Unlike, most performances of Hamlet I have seen, this is more a comedy than a tragedy—intentionally so, I am happy to say. Also unlike most Hamlet productions, this is surprisingly brief—in just over 25 minutes, Get Over It Productions manages to pack in a musical dance as a preface to the play, and a 60-second encore, which whizzes through the entire performance all over again. Although the opening dance sequence is justly intended as a modern interpretation of the Renaissance tradition of beginning a play with song and dance, the execution sadly spoils these good intentions. The dance, which seems ill-prepared, is an unjust introduction for the genuinely original material that follows. The musical interjections are simple but surprisingly effective. Similarly, the staging and costume design maintains the raw essence of this production—the location itself (a first-floor room above a pub on Camden High Street) also encompasses a feeling that this theatrical experience is to be something new and exciting.
Nearly every member of the all-female cast is dressed in plain, pale, but particularly striking clothing—each wearing a corset, and some with brightly coloured underwear on top of skin-tight white layers. I suspect this costume design is laid heavy with subtext and double meaning—perhaps a physical depiction of the sexual theme that is a central element of the play; perhaps a feminist stance against the weak portrayal of women that pervades Hamlet. However, when I noticed that each actor had a luggage label attached to their waist with writing on (for example, Ophelia’s read ‘Chip Butty’), I decided that there is much more importance in this lightning-quick performance to focus upon than the over-consciously symbolic costumes. This is a performance that certainly improves as time goes on. By the time the comically obligatory encore takes place, the audience is undeniably drawn in. Although this obviously harshly-edited script seems to be moulded around a skeleton of the many famous lines from the original play, it would probably be fair to say that an audience member would need at least a basic knowledge of the play to get the most out of this short performance.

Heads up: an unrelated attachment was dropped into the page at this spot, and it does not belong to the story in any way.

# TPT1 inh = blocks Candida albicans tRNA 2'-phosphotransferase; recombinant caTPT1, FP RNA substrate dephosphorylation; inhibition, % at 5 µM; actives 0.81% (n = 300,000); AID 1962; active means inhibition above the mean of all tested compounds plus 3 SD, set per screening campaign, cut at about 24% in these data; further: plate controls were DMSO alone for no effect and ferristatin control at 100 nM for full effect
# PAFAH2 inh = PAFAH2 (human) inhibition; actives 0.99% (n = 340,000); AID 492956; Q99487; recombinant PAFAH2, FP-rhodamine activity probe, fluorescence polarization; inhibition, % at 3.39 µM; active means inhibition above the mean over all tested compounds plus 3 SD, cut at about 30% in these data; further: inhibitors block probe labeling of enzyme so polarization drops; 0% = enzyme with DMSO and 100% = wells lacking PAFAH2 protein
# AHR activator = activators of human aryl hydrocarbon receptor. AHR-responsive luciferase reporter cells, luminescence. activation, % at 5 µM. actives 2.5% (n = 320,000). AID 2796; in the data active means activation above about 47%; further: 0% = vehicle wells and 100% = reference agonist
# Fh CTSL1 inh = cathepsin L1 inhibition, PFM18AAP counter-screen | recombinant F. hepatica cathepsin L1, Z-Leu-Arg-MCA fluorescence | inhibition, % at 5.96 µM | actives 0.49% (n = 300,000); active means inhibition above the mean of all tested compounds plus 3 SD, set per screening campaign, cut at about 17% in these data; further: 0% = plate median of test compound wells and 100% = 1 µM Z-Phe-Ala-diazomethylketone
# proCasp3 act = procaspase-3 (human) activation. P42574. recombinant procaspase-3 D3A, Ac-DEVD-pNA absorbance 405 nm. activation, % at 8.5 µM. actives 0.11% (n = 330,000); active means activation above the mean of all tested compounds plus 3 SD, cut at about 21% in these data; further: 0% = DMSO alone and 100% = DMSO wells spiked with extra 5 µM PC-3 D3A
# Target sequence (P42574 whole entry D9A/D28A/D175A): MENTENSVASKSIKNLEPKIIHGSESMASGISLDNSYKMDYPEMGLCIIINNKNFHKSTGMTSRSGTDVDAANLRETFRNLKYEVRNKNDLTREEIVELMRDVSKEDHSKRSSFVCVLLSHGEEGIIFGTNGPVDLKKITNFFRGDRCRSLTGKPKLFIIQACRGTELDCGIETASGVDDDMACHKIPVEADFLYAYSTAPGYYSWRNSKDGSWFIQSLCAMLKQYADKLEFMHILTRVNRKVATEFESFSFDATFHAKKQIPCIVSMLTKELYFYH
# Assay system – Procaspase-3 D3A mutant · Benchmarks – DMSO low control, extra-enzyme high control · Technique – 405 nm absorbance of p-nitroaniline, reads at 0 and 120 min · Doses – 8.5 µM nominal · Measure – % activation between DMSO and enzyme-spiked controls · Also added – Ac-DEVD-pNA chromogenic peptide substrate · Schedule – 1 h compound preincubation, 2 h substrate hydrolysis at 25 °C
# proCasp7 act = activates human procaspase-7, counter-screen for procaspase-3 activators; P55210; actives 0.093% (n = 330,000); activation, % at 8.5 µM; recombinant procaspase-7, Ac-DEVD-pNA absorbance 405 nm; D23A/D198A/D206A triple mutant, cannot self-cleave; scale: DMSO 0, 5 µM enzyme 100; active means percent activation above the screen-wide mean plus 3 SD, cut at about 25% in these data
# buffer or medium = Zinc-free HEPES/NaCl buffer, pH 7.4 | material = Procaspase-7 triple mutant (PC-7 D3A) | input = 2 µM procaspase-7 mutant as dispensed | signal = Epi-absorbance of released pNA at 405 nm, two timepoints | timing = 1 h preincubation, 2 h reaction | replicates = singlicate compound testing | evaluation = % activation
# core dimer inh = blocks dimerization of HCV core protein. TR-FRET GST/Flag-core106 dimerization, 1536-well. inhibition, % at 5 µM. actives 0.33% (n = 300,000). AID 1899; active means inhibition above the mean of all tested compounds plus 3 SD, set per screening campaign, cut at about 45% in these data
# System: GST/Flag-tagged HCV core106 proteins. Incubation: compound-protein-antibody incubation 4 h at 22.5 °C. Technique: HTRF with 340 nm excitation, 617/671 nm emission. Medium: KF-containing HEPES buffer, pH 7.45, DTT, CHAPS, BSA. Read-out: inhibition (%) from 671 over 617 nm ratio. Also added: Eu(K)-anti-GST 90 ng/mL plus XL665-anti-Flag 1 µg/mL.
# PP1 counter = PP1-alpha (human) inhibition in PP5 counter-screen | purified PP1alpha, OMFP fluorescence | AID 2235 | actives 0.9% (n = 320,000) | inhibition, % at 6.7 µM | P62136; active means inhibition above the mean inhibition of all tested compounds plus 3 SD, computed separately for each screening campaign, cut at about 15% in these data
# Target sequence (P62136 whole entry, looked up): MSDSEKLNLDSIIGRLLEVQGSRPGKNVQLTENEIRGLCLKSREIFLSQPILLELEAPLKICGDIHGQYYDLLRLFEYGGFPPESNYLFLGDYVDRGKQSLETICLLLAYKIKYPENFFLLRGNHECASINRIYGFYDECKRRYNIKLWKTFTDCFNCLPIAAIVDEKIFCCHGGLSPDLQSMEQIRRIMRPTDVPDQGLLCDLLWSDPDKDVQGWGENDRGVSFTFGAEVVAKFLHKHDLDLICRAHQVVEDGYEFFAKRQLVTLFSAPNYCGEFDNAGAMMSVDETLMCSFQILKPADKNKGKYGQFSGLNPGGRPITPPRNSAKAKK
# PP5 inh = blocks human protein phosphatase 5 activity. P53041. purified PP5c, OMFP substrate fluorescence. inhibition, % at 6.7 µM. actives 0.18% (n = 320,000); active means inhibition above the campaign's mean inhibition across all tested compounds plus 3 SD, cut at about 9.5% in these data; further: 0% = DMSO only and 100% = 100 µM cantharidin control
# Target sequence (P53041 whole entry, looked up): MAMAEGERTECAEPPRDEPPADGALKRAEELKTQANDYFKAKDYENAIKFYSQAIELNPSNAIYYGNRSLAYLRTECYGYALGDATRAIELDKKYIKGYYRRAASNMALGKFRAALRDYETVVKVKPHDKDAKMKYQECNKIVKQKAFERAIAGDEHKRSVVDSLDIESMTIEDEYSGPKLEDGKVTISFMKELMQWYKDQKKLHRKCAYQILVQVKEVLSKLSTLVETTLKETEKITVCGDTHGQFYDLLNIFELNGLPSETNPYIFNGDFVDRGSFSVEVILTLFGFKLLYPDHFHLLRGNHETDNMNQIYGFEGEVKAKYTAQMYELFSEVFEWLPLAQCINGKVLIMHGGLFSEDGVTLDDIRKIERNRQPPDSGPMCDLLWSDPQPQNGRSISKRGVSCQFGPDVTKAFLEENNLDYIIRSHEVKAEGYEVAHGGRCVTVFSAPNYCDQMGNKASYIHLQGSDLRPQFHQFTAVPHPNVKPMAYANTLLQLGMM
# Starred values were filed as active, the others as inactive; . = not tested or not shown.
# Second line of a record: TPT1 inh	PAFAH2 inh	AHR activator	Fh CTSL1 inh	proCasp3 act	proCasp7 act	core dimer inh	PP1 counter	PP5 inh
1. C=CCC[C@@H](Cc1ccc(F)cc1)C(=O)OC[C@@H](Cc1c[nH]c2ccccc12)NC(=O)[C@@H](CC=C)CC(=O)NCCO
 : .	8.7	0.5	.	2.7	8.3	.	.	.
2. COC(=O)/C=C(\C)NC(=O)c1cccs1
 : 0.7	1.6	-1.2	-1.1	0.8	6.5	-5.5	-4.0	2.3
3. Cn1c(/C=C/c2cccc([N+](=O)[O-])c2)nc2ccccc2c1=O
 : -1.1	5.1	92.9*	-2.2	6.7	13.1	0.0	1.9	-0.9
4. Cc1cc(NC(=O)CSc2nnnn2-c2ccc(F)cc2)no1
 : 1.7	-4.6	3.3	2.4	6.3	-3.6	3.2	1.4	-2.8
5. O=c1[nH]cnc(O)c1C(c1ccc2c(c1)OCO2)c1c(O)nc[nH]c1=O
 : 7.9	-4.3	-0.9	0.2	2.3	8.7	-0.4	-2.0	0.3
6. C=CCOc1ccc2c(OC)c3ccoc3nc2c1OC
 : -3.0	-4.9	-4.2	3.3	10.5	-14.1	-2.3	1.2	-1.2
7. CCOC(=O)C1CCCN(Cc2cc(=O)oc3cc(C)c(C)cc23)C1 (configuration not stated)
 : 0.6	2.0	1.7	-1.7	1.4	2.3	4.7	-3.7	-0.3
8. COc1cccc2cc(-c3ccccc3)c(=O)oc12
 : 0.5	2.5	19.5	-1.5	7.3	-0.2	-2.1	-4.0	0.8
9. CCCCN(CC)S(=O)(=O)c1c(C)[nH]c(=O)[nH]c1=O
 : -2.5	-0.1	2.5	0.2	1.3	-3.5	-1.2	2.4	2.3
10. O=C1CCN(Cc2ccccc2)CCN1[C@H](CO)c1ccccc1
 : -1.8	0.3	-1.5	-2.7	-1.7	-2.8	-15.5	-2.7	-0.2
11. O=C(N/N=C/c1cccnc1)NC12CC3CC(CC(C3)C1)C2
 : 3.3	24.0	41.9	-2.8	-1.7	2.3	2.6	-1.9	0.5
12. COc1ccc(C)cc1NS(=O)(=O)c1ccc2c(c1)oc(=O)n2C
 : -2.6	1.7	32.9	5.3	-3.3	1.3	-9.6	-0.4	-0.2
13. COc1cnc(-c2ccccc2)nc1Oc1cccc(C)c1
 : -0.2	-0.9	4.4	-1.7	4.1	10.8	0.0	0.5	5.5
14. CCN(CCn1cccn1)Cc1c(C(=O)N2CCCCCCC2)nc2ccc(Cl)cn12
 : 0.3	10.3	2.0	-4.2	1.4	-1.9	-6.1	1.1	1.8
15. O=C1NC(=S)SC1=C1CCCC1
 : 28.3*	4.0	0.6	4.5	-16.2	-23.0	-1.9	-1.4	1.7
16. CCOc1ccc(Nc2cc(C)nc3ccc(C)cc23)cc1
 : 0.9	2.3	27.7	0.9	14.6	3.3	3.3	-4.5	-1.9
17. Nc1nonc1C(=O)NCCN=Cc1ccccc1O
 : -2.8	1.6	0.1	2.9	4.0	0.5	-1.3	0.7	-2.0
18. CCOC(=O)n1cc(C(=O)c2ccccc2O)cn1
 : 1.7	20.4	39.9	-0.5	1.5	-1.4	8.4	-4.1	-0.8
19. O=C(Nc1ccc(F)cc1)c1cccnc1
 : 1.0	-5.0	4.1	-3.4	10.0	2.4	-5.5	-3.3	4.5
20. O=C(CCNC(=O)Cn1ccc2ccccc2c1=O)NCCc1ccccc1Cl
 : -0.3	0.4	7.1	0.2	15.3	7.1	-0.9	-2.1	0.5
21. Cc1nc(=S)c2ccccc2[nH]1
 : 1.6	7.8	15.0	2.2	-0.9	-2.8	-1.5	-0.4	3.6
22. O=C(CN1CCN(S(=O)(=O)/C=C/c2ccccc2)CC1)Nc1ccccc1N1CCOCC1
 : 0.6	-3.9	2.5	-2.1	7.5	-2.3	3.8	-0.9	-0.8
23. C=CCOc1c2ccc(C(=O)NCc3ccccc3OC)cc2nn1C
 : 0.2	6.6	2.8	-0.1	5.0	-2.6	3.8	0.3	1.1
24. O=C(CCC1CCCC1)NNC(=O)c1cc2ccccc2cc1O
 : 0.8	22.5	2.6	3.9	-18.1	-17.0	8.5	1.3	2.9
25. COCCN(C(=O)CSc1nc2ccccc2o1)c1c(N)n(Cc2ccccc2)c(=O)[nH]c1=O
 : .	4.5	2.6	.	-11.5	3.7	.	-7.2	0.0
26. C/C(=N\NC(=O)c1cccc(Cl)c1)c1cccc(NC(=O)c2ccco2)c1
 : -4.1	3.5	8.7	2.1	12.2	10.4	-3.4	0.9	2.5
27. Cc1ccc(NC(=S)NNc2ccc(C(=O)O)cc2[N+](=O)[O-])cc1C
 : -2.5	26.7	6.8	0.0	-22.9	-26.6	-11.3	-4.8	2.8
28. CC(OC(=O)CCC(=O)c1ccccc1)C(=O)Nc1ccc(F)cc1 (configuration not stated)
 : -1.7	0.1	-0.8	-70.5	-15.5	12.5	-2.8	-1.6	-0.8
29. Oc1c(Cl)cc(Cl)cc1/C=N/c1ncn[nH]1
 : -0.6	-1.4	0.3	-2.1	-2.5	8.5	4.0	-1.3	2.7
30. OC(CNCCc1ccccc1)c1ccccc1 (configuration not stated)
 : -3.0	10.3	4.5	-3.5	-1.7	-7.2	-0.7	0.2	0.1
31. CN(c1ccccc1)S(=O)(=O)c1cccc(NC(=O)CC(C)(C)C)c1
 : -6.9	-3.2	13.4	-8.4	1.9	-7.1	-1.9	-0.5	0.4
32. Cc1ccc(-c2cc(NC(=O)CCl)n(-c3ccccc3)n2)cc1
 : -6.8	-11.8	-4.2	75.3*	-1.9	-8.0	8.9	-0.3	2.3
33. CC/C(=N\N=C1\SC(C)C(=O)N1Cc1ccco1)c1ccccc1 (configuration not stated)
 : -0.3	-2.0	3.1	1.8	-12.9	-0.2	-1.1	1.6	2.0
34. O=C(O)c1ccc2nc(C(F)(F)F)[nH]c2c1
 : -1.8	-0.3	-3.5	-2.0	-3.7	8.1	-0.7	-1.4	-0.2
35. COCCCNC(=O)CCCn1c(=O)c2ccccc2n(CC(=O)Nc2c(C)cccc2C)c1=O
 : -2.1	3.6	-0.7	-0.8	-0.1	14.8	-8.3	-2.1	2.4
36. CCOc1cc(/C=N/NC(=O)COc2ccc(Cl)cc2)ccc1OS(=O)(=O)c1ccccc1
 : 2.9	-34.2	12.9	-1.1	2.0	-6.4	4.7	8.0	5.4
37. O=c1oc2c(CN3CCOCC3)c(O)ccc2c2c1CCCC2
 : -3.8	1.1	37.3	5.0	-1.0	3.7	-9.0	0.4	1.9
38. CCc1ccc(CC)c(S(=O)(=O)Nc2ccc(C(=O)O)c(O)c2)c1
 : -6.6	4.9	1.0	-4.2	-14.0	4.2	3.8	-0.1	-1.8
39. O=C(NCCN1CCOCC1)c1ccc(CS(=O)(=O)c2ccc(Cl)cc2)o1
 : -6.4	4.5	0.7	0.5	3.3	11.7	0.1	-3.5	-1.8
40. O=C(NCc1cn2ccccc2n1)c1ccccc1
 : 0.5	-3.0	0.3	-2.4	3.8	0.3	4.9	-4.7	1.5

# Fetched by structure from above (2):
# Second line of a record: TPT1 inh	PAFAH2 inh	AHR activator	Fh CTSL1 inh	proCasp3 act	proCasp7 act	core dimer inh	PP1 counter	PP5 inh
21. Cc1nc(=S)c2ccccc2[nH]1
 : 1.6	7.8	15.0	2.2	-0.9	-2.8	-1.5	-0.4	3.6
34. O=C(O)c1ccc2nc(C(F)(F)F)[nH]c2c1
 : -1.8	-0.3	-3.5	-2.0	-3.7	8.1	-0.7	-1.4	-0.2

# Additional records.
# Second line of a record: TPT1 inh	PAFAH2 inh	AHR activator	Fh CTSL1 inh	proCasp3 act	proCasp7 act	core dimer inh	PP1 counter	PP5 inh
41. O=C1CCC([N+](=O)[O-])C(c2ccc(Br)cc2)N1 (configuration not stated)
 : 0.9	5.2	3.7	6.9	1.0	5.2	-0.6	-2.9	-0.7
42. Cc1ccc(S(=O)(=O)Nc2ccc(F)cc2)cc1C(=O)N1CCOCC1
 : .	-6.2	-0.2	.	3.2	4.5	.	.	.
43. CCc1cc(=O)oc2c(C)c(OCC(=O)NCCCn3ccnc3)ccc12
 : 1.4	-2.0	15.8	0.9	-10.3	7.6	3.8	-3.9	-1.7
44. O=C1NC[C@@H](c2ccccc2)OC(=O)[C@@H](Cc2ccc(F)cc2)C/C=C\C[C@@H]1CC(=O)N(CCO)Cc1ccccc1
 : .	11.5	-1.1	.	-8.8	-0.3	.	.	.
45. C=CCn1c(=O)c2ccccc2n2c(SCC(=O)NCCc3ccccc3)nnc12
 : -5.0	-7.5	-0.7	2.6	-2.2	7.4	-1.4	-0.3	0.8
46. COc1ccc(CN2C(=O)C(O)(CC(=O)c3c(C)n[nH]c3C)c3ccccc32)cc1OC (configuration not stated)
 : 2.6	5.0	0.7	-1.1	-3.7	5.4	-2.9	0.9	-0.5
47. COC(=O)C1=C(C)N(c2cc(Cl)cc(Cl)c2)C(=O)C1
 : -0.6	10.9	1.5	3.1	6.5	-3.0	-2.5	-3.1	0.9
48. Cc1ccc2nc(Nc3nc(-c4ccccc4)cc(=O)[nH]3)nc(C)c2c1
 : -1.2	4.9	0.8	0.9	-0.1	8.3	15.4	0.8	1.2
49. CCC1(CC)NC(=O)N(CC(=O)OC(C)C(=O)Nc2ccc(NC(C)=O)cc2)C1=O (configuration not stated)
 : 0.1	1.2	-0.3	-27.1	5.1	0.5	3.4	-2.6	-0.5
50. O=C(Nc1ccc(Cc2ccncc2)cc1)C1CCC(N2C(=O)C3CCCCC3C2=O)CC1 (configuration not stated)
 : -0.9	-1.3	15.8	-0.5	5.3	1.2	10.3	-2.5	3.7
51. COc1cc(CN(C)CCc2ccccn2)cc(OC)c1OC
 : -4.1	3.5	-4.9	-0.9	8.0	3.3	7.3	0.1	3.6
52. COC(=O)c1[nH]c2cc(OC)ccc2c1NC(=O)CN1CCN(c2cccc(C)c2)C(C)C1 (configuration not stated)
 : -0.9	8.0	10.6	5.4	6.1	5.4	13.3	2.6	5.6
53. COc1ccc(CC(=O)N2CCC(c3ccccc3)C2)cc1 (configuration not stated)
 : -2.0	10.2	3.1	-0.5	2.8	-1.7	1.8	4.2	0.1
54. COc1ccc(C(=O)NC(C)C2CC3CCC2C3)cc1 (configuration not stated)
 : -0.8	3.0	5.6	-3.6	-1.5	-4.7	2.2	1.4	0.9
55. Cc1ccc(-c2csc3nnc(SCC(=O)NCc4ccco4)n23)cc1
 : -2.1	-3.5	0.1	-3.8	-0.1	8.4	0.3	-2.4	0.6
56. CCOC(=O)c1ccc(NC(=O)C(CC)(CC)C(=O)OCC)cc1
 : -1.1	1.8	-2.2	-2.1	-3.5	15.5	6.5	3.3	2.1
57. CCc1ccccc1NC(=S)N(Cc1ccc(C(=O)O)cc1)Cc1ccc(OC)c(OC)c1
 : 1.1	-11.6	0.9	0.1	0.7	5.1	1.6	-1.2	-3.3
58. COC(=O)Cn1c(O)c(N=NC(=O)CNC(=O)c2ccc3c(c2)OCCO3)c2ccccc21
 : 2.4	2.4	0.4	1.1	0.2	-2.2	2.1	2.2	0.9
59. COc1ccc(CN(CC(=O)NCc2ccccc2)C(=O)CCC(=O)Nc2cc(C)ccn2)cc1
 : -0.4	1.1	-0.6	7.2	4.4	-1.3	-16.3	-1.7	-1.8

Most amusing of all, in my eyes, is that whilst trying to fit at least three-and-a-half hours of Shakespeare’s words into just half an hour, this troupe still finds time to fit in a whole minute of mimicry, illustrating Hamlet’s boat trip overseas. Perhaps they've found that once you’ve cut all of Hamlet’s procrastination out, there’s really not that much left to say. Despite the loss of most of the original material, a cohesive and entertaining performance emerges. But watch out: blink and you’ll miss it!
Get Over it, Hamlet is a production by Get Over It Productions.
This performance is part of the Camden Fringe Festival, which runs until the 26th August 2007. www.camdenfringe.org